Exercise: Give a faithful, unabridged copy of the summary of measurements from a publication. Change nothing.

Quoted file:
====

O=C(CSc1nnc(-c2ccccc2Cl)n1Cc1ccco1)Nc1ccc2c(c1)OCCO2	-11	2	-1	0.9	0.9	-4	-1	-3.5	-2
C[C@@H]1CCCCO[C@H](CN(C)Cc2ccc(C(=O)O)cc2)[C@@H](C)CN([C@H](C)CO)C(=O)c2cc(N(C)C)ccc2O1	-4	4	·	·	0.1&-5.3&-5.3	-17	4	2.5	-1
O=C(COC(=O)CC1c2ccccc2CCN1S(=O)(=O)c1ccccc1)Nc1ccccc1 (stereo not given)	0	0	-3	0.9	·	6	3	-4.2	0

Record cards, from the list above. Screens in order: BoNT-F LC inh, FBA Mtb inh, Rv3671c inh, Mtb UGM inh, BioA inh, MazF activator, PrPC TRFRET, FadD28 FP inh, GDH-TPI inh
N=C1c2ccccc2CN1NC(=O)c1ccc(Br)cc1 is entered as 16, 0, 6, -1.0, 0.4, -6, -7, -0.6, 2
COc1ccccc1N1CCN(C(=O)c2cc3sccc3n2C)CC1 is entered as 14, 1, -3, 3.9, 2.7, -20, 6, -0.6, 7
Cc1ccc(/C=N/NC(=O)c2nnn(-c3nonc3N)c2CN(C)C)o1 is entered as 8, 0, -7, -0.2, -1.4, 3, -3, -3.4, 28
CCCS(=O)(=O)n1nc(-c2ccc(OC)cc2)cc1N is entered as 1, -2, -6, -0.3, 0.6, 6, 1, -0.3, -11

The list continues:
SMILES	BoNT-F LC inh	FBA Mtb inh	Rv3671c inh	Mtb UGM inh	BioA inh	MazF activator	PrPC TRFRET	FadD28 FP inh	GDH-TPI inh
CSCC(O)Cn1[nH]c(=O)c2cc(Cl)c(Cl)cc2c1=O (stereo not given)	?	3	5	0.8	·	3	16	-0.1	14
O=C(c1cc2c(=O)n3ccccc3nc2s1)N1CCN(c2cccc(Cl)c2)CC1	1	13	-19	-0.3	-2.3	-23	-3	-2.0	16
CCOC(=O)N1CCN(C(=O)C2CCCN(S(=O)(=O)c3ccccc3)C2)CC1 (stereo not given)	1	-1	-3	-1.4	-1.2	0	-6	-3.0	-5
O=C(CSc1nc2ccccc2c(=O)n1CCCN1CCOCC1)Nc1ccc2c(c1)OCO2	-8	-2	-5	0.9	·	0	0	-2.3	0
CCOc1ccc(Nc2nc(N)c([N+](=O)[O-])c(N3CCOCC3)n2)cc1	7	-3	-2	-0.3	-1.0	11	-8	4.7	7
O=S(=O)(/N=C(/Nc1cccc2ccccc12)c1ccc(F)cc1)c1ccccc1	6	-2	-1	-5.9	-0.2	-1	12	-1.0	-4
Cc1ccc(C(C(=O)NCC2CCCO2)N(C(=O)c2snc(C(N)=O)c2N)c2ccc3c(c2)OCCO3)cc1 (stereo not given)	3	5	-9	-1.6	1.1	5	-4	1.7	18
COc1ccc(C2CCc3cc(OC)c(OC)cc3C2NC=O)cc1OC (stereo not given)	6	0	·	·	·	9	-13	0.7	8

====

O=C(CSc1nnc(-c2ccccc2Cl)n1Cc1ccco1)Nc1ccc2c(c1)OCCO2	-11	2	-1	0.9	0.9	-4	-1	-3.5	-2
C[C@@H]1CCCCO[C@H](CN(C)Cc2ccc(C(=O)O)cc2)[C@@H](C)CN([C@H](C)CO)C(=O)c2cc(N(C)C)ccc2O1	-4	4	·	·	0.1&-5.3&-5.3	-17	4	2.5	-1
O=C(COC(=O)CC1c2ccccc2CCN1S(=O)(=O)c1ccccc1)Nc1ccccc1 (stereo not given)	0	0	-3	0.9	·	6	3	-4.2	0

Record cards, from the list above. Screens in order: BoNT-F LC inh, FBA Mtb inh, Rv3671c inh, Mtb UGM inh, BioA inh, MazF activator, PrPC TRFRET, FadD28 FP inh, GDH-TPI inh
N=C1c2ccccc2CN1NC(=O)c1ccc(Br)cc1 is entered as 16, 0, 6, -1.0, 0.4, -6, -7, -0.6, 2
COc1ccccc1N1CCN(C(=O)c2cc3sccc3n2C)CC1 is entered as 14, 1, -3, 3.9, 2.7, -20, 6, -0.6, 7
Cc1ccc(/C=N/NC(=O)c2nnn(-c3nonc3N)c2CN(C)C)o1 is entered as 8, 0, -7, -0.2, -1.4, 3, -3, -3.4, 28
CCCS(=O)(=O)n1nc(-c2ccc(OC)cc2)cc1N is entered as 1, -2, -6, -0.3, 0.6, 6, 1, -0.3, -11

The list continues:
SMILES	BoNT-F LC inh	FBA Mtb inh	Rv3671c inh	Mtb UGM inh	BioA inh	MazF activator	PrPC TRFRET	FadD28 FP inh	GDH-TPI inh
CSCC(O)Cn1[nH]c(=O)c2cc(Cl)c(Cl)cc2c1=O (stereo not given)	?	3	5	0.8	·	3	16	-0.1	14
O=C(c1cc2c(=O)n3ccccc3nc2s1)N1CCN(c2cccc(Cl)c2)CC1	1	13	-19	-0.3	-2.3	-23	-3	-2.0	16
CCOC(=O)N1CCN(C(=O)C2CCCN(S(=O)(=O)c3ccccc3)C2)CC1 (stereo not given)	1	-1	-3	-1.4	-1.2	0	-6	-3.0	-5
O=C(CSc1nc2ccccc2c(=O)n1CCCN1CCOCC1)Nc1ccc2c(c1)OCO2	-8	-2	-5	0.9	·	0	0	-2.3	0
CCOc1ccc(Nc2nc(N)c([N+](=O)[O-])c(N3CCOCC3)n2)cc1	7	-3	-2	-0.3	-1.0	11	-8	4.7	7
O=S(=O)(/N=C(/Nc1cccc2ccccc12)c1ccc(F)cc1)c1ccccc1	6	-2	-1	-5.9	-0.2	-1	12	-1.0	-4
Cc1ccc(C(C(=O)NCC2CCCO2)N(C(=O)c2snc(C(N)=O)c2N)c2ccc3c(c2)OCCO3)cc1 (stereo not given)	3	5	-9	-1.6	1.1	5	-4	1.7	18
COc1ccc(C2CCc3cc(OC)c(OC)cc3C2NC=O)cc1OC (stereo not given)	6	0	·	·	·	9	-13	0.7	8